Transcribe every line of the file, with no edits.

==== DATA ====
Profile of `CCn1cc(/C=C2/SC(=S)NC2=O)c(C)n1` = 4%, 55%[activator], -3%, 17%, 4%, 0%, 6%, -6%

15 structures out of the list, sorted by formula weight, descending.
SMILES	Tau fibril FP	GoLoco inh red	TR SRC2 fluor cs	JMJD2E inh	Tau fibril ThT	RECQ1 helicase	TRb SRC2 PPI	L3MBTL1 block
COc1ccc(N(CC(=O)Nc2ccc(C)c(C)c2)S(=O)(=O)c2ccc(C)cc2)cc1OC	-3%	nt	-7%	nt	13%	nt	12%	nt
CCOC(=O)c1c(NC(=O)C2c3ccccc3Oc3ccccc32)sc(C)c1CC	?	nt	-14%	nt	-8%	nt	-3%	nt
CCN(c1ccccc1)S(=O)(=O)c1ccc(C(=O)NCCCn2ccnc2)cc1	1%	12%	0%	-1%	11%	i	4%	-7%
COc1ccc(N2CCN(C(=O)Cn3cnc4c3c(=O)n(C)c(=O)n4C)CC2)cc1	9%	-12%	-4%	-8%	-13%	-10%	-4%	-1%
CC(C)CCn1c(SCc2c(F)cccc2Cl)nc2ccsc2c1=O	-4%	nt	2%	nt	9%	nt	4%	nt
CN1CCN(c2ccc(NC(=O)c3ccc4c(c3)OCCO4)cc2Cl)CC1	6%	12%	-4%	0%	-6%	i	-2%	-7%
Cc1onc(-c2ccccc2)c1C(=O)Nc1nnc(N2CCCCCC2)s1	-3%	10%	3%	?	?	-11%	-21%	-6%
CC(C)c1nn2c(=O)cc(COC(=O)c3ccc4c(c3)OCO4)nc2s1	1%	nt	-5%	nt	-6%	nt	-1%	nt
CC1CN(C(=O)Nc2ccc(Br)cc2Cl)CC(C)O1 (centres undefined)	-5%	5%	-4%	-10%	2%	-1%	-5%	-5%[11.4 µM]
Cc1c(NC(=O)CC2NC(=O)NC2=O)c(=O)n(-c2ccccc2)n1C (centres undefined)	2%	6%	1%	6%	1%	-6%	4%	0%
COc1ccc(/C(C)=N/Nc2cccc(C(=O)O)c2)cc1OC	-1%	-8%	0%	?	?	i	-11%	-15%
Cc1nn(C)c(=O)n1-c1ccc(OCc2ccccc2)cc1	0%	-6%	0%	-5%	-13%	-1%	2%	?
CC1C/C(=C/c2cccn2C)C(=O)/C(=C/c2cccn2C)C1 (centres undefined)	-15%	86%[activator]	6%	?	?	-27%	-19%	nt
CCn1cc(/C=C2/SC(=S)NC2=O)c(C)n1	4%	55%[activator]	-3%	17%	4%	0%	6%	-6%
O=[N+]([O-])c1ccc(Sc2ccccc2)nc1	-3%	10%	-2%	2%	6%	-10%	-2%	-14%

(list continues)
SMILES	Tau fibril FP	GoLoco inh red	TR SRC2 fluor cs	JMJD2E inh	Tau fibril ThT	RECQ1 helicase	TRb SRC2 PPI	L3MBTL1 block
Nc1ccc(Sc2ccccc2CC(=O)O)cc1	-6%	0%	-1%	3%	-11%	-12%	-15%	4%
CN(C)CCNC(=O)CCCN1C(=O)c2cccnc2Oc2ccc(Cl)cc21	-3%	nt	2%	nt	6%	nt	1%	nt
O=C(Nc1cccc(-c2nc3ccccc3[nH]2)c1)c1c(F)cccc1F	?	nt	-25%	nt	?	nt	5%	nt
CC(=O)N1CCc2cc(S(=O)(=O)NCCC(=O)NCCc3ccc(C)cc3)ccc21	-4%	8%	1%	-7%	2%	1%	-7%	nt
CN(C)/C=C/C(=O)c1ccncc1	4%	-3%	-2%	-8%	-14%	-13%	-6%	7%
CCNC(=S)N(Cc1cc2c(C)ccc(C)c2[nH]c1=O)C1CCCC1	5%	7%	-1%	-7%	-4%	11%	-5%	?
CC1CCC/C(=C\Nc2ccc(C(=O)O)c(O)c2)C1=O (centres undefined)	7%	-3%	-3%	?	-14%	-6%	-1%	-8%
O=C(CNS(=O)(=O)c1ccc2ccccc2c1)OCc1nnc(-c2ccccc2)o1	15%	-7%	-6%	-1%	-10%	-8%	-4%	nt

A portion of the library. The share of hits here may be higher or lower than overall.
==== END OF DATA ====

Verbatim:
Profile of `CCn1cc(/C=C2/SC(=S)NC2=O)c(C)n1` = 4%, 55%[activator], -3%, 17%, 4%, 0%, 6%, -6%

15 structures out of the list, sorted by formula weight, descending.
SMILES	Tau fibril FP	GoLoco inh red	TR SRC2 fluor cs	JMJD2E inh	Tau fibril ThT	RECQ1 helicase	TRb SRC2 PPI	L3MBTL1 block
COc1ccc(N(CC(=O)Nc2ccc(C)c(C)c2)S(=O)(=O)c2ccc(C)cc2)cc1OC	-3%	nt	-7%	nt	13%	nt	12%	nt
CCOC(=O)c1c(NC(=O)C2c3ccccc3Oc3ccccc32)sc(C)c1CC	?	nt	-14%	nt	-8%	nt	-3%	nt
CCN(c1ccccc1)S(=O)(=O)c1ccc(C(=O)NCCCn2ccnc2)cc1	1%	12%	0%	-1%	11%	i	4%	-7%
COc1ccc(N2CCN(C(=O)Cn3cnc4c3c(=O)n(C)c(=O)n4C)CC2)cc1	9%	-12%	-4%	-8%	-13%	-10%	-4%	-1%
CC(C)CCn1c(SCc2c(F)cccc2Cl)nc2ccsc2c1=O	-4%	nt	2%	nt	9%	nt	4%	nt
CN1CCN(c2ccc(NC(=O)c3ccc4c(c3)OCCO4)cc2Cl)CC1	6%	12%	-4%	0%	-6%	i	-2%	-7%
Cc1onc(-c2ccccc2)c1C(=O)Nc1nnc(N2CCCCCC2)s1	-3%	10%	3%	?	?	-11%	-21%	-6%
CC(C)c1nn2c(=O)cc(COC(=O)c3ccc4c(c3)OCO4)nc2s1	1%	nt	-5%	nt	-6%	nt	-1%	nt
CC1CN(C(=O)Nc2ccc(Br)cc2Cl)CC(C)O1 (centres undefined)	-5%	5%	-4%	-10%	2%	-1%	-5%	-5%[11.4 µM]
Cc1c(NC(=O)CC2NC(=O)NC2=O)c(=O)n(-c2ccccc2)n1C (centres undefined)	2%	6%	1%	6%	1%	-6%	4%	0%
COc1ccc(/C(C)=N/Nc2cccc(C(=O)O)c2)cc1OC	-1%	-8%	0%	?	?	i	-11%	-15%
Cc1nn(C)c(=O)n1-c1ccc(OCc2ccccc2)cc1	0%	-6%	0%	-5%	-13%	-1%	2%	?
CC1C/C(=C/c2cccn2C)C(=O)/C(=C/c2cccn2C)C1 (centres undefined)	-15%	86%[activator]	6%	?	?	-27%	-19%	nt
CCn1cc(/C=C2/SC(=S)NC2=O)c(C)n1	4%	55%[activator]	-3%	17%	4%	0%	6%	-6%
O=[N+]([O-])c1ccc(Sc2ccccc2)nc1	-3%	10%	-2%	2%	6%	-10%	-2%	-14%

(list continues)
SMILES	Tau fibril FP	GoLoco inh red	TR SRC2 fluor cs	JMJD2E inh	Tau fibril ThT	RECQ1 helicase	TRb SRC2 PPI	L3MBTL1 block
Nc1ccc(Sc2ccccc2CC(=O)O)cc1	-6%	0%	-1%	3%	-11%	-12%	-15%	4%
CN(C)CCNC(=O)CCCN1C(=O)c2cccnc2Oc2ccc(Cl)cc21	-3%	nt	2%	nt	6%	nt	1%	nt
O=C(Nc1cccc(-c2nc3ccccc3[nH]2)c1)c1c(F)cccc1F	?	nt	-25%	nt	?	nt	5%	nt
CC(=O)N1CCc2cc(S(=O)(=O)NCCC(=O)NCCc3ccc(C)cc3)ccc21	-4%	8%	1%	-7%	2%	1%	-7%	nt
CN(C)/C=C/C(=O)c1ccncc1	4%	-3%	-2%	-8%	-14%	-13%	-6%	7%
CCNC(=S)N(Cc1cc2c(C)ccc(C)c2[nH]c1=O)C1CCCC1	5%	7%	-1%	-7%	-4%	11%	-5%	?
CC1CCC/C(=C\Nc2ccc(C(=O)O)c(O)c2)C1=O (centres undefined)	7%	-3%	-3%	?	-14%	-6%	-1%	-8%
O=C(CNS(=O)(=O)c1ccc2ccccc2c1)OCc1nnc(-c2ccccc2)o1	15%	-7%	-6%	-1%	-10%	-8%	-4%	nt

A portion of the library. The share of hits here may be higher or lower than overall.